The long-awaited Sopranos movie The Many Saints of Newark was finally released last week, giving fans of that beloved show a brief but glorious trip back in time, back to Satriale’s pork store, and Holsten’s diner and ice cream shop, where the onion rings are amazing, as long as you don’t spend too much time parallel parking outside.
Anyhow, if Many Saints really put you in a nostalgic mood, you may want to visit St. Lucy’s parish in Newark from October 15-17, for its annual festival in celebration of St. Gerard.
The festival, now in its 122nd year, inspired the season six Sopranos episode “The Ride,” equal parts hilarious and horrifying, mainly because Tony Sirico’s Paulie Walnuts is at the center of the story.
For decades, St. Lucy’s was the hub of Italian immigrant life in Newark. Even now, every Sunday at 8 a.m., a Mass in Italian is celebrated -- by Irish American pastor Father Paul Donohue.
Like many priests in the U.S., Father Paul’s roots may be in Ireland but he spent lots of time in Rome, and elsewhere in Italy.
“The Donohue brothers were the ones that came over,” Donohue says, referring to his grandfather, known as Flory. “He was the older one. He came over with his brother Timothy.”
The Donohues came to the states from Tralee, Co. Kerry and worked as carpenters, mainly on the railroads.
“They worked for what became the Penn Central. Because (train) cars were made of wood, and you needed carpenters,” Donohue says.
Donohue’s mother’s family came from Ireland around 1901, first to Boston before settling around New England.
“Mom was five years old in 1918,” Father Paul says. “When the Spanish flu epidemic came.”
Donohue recalls his mother’s stories about neighbors falling ill from the deadly disease which, of course, has taken on a new relevance in the last 18 months.
Donohue and St. Lucy’s have faced numerous unique struggles because of Covid.
Last year’s feast of St. Gerard was basically cancelled. Not only did this disappoint thousands of current and past parishioners, it also cut deeply into parish fundraising efforts.
Then, of course, there was the challenge of trying to celebrate Mass every week while also keeping attendees safe. As if that were not enough, a fire damaged St. Lucy’s rectory about five months ago.
All of this adversity should make this year’s St. Gerard fest all the more special. Which brings us back to Father Paul’s 8 a.m. Mass in Italian.
What about those who worry an Irishman can’t actually preside over such a Mass?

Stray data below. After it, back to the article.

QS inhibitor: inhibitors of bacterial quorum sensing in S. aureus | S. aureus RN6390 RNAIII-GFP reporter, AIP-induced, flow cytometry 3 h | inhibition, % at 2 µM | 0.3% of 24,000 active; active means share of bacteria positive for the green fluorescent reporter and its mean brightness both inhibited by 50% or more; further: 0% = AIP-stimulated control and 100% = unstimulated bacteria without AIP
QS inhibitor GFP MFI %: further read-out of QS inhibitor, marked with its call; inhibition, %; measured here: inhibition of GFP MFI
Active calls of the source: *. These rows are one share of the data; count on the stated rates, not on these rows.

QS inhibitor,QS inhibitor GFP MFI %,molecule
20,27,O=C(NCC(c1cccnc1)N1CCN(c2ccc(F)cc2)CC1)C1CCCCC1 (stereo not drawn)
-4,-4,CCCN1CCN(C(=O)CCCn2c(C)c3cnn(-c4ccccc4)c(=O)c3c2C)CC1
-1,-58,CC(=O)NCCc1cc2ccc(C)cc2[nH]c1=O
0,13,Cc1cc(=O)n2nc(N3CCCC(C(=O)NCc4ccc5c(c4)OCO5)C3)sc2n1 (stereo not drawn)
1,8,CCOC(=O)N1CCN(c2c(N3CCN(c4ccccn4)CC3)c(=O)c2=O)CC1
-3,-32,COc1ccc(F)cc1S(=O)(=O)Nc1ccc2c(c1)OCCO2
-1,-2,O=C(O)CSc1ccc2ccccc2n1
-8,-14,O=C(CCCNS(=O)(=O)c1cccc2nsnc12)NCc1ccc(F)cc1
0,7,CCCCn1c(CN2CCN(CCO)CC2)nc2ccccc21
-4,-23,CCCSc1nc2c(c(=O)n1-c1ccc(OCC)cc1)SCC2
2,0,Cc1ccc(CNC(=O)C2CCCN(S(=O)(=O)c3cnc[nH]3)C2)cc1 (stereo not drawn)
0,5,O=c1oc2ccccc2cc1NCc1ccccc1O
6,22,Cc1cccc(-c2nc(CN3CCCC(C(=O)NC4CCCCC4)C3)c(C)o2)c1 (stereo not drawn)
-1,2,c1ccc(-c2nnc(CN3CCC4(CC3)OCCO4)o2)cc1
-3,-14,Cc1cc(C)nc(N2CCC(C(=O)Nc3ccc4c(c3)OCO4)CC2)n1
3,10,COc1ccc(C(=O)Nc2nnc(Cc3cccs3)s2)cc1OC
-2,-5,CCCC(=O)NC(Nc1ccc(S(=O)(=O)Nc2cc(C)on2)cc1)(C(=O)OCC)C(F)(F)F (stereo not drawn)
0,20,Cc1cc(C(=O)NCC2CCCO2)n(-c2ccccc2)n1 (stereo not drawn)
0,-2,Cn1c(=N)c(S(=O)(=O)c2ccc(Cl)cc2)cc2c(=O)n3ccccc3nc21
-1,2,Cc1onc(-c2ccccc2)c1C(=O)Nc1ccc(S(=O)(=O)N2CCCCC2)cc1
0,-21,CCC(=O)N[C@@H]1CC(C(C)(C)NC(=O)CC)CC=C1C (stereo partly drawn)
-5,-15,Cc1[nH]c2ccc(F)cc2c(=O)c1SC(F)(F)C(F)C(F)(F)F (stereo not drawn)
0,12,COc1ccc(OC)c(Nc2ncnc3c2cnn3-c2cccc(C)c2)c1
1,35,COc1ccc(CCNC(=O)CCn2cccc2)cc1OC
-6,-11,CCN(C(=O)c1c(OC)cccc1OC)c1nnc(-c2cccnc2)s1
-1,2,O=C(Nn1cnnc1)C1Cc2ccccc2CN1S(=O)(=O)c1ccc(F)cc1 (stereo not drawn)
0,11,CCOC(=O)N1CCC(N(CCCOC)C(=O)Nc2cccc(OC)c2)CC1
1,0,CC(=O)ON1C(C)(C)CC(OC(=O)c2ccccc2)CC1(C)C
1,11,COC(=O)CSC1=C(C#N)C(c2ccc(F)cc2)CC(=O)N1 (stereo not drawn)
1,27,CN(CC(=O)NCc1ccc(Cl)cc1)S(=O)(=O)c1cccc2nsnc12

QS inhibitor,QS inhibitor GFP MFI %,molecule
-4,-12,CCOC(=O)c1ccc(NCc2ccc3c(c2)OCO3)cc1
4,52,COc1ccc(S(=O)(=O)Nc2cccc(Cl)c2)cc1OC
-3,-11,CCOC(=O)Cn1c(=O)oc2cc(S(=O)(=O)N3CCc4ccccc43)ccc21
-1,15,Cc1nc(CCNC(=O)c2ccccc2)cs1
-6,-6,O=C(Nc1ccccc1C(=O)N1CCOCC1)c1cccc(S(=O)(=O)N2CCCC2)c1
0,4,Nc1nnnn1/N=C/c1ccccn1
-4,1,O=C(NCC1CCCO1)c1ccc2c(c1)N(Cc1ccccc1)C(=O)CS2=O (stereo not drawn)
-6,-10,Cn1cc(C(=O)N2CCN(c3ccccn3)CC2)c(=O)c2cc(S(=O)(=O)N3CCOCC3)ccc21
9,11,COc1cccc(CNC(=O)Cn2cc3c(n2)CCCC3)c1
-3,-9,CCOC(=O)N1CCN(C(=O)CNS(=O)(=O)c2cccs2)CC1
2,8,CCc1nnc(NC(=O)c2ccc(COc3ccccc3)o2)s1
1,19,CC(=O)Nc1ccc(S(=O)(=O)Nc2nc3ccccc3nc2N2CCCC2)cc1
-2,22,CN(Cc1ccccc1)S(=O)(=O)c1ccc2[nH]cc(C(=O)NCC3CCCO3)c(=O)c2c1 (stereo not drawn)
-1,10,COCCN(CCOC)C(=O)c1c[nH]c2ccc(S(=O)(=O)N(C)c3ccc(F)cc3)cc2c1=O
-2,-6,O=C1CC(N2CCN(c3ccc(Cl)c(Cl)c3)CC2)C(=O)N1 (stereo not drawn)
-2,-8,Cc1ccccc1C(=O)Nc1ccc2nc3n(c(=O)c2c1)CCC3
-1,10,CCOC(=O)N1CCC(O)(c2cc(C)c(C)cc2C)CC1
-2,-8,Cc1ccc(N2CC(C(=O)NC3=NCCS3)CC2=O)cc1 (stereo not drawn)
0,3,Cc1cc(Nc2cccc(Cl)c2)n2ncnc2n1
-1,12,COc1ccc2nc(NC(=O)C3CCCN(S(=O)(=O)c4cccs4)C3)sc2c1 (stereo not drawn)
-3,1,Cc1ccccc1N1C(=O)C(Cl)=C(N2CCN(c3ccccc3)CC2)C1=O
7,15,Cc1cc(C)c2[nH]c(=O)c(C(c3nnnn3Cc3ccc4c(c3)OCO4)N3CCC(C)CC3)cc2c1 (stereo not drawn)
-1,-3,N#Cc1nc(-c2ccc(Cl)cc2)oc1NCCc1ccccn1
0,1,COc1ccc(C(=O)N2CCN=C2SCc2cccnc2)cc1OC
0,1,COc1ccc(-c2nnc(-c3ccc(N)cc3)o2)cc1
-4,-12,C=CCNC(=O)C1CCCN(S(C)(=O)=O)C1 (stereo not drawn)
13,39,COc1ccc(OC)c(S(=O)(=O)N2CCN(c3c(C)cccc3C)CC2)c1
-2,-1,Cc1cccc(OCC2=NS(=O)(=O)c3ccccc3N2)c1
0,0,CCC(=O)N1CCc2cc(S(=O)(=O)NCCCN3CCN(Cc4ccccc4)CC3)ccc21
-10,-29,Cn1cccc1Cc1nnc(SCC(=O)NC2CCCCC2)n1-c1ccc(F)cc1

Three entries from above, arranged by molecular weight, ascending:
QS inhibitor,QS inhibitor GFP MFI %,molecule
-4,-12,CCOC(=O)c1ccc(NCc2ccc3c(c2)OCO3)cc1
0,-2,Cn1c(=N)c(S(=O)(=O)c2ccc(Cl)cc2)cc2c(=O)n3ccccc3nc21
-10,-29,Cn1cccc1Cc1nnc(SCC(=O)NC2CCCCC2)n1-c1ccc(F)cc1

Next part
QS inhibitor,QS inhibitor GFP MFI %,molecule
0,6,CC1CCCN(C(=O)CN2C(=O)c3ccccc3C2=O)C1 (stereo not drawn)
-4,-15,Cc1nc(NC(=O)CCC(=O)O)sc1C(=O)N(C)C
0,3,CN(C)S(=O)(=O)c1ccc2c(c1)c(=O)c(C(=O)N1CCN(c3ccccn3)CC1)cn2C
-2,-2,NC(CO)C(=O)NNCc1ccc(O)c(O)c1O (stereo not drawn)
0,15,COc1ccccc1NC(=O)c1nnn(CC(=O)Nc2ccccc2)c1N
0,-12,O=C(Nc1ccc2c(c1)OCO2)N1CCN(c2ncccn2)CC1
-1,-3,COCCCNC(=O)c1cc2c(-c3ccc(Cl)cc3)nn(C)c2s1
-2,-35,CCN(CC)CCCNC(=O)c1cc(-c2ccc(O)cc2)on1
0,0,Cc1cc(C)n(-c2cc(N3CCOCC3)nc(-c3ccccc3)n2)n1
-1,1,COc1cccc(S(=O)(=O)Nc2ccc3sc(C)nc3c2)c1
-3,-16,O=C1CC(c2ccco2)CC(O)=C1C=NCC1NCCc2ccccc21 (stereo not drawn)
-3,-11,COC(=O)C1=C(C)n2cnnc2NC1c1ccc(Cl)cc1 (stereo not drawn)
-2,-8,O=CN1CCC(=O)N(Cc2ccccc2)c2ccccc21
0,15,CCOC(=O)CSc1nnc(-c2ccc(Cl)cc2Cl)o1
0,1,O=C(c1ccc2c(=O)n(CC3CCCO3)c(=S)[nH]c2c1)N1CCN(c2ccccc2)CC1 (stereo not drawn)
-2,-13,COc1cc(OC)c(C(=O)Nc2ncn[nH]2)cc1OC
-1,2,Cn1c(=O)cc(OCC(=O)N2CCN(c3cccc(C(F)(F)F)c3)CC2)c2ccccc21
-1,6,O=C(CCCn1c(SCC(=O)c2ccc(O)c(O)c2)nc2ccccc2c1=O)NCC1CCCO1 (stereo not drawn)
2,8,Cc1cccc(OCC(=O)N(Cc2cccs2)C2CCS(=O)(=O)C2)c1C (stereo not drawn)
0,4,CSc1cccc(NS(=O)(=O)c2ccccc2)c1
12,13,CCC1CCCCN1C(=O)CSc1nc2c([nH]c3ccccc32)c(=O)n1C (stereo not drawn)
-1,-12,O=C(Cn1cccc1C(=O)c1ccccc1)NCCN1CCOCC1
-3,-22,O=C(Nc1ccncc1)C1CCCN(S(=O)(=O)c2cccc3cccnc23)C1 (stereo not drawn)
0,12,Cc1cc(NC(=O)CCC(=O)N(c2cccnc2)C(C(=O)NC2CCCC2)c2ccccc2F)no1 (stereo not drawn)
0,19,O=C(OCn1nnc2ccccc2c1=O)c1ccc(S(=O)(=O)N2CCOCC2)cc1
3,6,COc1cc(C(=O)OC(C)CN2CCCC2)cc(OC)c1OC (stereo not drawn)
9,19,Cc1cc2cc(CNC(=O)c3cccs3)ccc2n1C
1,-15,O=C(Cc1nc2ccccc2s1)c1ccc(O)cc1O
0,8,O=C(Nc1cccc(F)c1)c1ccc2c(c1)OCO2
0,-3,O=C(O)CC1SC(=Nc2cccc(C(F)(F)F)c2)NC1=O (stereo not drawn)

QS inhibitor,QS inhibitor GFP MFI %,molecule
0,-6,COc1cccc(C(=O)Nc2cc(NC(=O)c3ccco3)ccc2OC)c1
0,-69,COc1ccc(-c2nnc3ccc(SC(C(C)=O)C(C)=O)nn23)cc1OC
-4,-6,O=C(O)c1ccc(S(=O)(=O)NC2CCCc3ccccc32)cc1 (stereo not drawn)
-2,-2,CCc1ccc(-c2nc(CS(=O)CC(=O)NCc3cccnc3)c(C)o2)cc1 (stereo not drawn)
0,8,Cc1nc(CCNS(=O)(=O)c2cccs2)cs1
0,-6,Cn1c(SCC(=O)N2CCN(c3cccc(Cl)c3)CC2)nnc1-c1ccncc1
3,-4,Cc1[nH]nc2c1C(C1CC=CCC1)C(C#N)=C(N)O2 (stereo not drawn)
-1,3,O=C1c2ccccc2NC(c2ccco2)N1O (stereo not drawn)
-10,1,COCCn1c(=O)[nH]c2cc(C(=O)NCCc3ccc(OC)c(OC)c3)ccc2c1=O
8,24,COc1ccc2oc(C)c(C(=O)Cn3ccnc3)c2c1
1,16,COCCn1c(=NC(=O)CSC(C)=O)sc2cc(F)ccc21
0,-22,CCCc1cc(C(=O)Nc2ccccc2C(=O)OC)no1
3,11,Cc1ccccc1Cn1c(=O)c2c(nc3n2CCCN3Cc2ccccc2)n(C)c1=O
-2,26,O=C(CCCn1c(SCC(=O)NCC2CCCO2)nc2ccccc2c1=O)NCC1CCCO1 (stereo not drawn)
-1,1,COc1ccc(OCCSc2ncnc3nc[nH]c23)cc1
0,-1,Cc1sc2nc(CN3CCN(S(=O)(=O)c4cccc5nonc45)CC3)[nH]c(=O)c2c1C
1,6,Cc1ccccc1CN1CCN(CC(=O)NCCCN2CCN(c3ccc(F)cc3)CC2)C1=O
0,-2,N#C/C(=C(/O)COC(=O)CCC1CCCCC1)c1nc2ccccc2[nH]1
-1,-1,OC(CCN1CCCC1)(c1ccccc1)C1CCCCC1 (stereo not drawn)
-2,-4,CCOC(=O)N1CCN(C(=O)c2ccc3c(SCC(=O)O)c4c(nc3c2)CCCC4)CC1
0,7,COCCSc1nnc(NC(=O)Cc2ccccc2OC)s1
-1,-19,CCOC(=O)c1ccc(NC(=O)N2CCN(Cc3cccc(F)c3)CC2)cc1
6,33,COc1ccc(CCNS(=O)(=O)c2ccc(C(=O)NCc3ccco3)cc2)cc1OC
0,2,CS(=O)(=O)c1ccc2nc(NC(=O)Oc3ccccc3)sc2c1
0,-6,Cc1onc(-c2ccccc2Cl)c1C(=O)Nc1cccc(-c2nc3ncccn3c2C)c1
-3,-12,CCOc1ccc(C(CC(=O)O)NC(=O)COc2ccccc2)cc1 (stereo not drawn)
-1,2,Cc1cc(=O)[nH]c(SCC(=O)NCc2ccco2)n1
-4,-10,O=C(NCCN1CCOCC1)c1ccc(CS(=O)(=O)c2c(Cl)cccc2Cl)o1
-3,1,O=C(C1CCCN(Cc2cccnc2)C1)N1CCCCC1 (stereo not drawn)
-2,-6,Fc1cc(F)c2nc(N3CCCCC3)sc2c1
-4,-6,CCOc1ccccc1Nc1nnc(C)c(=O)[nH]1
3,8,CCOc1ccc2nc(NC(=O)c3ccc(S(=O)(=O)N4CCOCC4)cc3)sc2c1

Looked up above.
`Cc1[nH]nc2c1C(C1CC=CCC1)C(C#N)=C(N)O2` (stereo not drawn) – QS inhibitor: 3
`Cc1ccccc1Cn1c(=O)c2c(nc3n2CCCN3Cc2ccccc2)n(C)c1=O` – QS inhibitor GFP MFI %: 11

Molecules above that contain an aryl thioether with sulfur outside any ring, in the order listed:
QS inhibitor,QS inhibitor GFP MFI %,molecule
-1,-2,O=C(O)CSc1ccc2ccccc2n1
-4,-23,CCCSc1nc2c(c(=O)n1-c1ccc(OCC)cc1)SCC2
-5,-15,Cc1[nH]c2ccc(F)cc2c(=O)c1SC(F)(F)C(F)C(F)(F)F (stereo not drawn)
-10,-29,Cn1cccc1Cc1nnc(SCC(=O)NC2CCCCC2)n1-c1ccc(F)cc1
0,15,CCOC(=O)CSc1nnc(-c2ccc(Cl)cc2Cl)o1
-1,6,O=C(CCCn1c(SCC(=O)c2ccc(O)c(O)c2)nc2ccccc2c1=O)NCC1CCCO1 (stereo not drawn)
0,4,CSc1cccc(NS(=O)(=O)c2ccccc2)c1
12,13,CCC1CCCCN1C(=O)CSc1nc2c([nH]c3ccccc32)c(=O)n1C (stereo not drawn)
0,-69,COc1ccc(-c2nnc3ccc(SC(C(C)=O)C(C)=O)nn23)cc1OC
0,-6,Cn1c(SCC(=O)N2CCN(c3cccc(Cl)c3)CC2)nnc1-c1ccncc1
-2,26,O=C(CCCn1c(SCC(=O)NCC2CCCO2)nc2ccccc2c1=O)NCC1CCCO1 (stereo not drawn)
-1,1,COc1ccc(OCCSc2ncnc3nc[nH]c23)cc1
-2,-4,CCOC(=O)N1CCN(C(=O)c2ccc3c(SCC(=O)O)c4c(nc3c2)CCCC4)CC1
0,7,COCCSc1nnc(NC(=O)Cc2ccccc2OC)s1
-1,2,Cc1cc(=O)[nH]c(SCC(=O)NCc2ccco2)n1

“I got that down,” says Donohue with confidence.
He studied and worked in Italy for a total of seven years, and attributes his appreciation for the deep history at St. Lucy’s to the years he spent in Italy, often serving as a bilingual tour guide of sorts for visitors.
A native of Larain, Ohio, west of Cleveland, Donohue also spent time in Ireland with the Comboni missionaries. He has been at St. Lucy’s in various capacities for over a decade and is the parish’s first non-Italian pastor.
The original St. Lucy’s church was built in 1891, and for decades the streets were almost exclusively Italian. As Many Saints indicates, that began to change in the 1960s when police brutality led to racial unrest and the notorious 1967 riots.
These days, with the St. Gerard feast back, and Many Saints just out, Father Paul and the parish are ready for a close-up.
Many Saints star Alesandro Nivola recently paid a visit, along with The New Yorker magazine.
“To prepare for (his) role...a mafioso whose charisma conceals a jumble of violent and tender urges, Nivola…immersed himself in the culture, reading books about Newark and exploring local landmarks. Now he wanted to revisit one, the Museum of the Old First Ward, a modest space housed on the grounds of St. Lucy’s Church,” the magazine noted.
Once this year’s feast is over, and the rectory repaired, Father Paul and the rest of St. Lucy’s parishioners will try to get some kind of normalcy back. That includes an Irishman’s weekly Masses in Italian.
(On Twitter: @TomDeignan)
*This column first appeared in the October 6 edition of the weekly Irish Voice newspaper, sister publication to IrishCentral.